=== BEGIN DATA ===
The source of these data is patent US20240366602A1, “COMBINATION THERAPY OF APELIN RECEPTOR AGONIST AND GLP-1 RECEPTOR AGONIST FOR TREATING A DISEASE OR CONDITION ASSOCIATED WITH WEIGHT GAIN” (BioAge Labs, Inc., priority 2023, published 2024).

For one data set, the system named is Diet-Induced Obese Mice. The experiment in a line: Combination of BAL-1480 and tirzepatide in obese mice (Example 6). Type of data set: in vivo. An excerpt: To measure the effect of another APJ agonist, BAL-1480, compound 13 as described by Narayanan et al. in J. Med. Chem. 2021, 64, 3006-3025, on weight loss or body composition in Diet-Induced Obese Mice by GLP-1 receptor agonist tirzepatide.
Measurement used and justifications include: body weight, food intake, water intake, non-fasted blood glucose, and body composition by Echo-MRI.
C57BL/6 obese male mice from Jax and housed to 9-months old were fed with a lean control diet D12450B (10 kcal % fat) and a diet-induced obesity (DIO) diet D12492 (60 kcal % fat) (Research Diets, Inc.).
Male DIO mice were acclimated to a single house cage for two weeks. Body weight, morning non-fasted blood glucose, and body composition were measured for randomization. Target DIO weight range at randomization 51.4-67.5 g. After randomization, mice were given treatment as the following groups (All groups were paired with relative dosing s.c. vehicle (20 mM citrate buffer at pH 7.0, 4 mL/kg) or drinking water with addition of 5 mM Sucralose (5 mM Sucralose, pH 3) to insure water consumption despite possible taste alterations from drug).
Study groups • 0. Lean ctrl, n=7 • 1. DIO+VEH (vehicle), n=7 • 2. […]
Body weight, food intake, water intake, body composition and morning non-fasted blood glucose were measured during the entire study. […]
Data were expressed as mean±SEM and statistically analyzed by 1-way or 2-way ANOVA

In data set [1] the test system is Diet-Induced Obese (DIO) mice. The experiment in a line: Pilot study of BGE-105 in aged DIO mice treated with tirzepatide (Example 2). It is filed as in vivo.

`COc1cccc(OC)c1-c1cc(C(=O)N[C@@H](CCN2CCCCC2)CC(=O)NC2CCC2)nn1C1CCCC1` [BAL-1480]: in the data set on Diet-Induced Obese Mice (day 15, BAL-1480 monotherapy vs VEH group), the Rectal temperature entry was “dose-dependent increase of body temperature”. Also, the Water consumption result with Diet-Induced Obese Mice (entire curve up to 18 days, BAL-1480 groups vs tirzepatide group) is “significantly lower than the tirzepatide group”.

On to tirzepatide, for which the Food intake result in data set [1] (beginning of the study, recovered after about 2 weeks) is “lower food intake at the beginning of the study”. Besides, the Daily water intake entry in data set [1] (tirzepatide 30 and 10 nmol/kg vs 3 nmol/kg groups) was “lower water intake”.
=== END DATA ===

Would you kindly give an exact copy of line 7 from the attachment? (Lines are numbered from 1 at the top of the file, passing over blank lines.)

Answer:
Body weight, food intake, water intake, body composition and morning non-fasted blood glucose were measured during the entire study. […]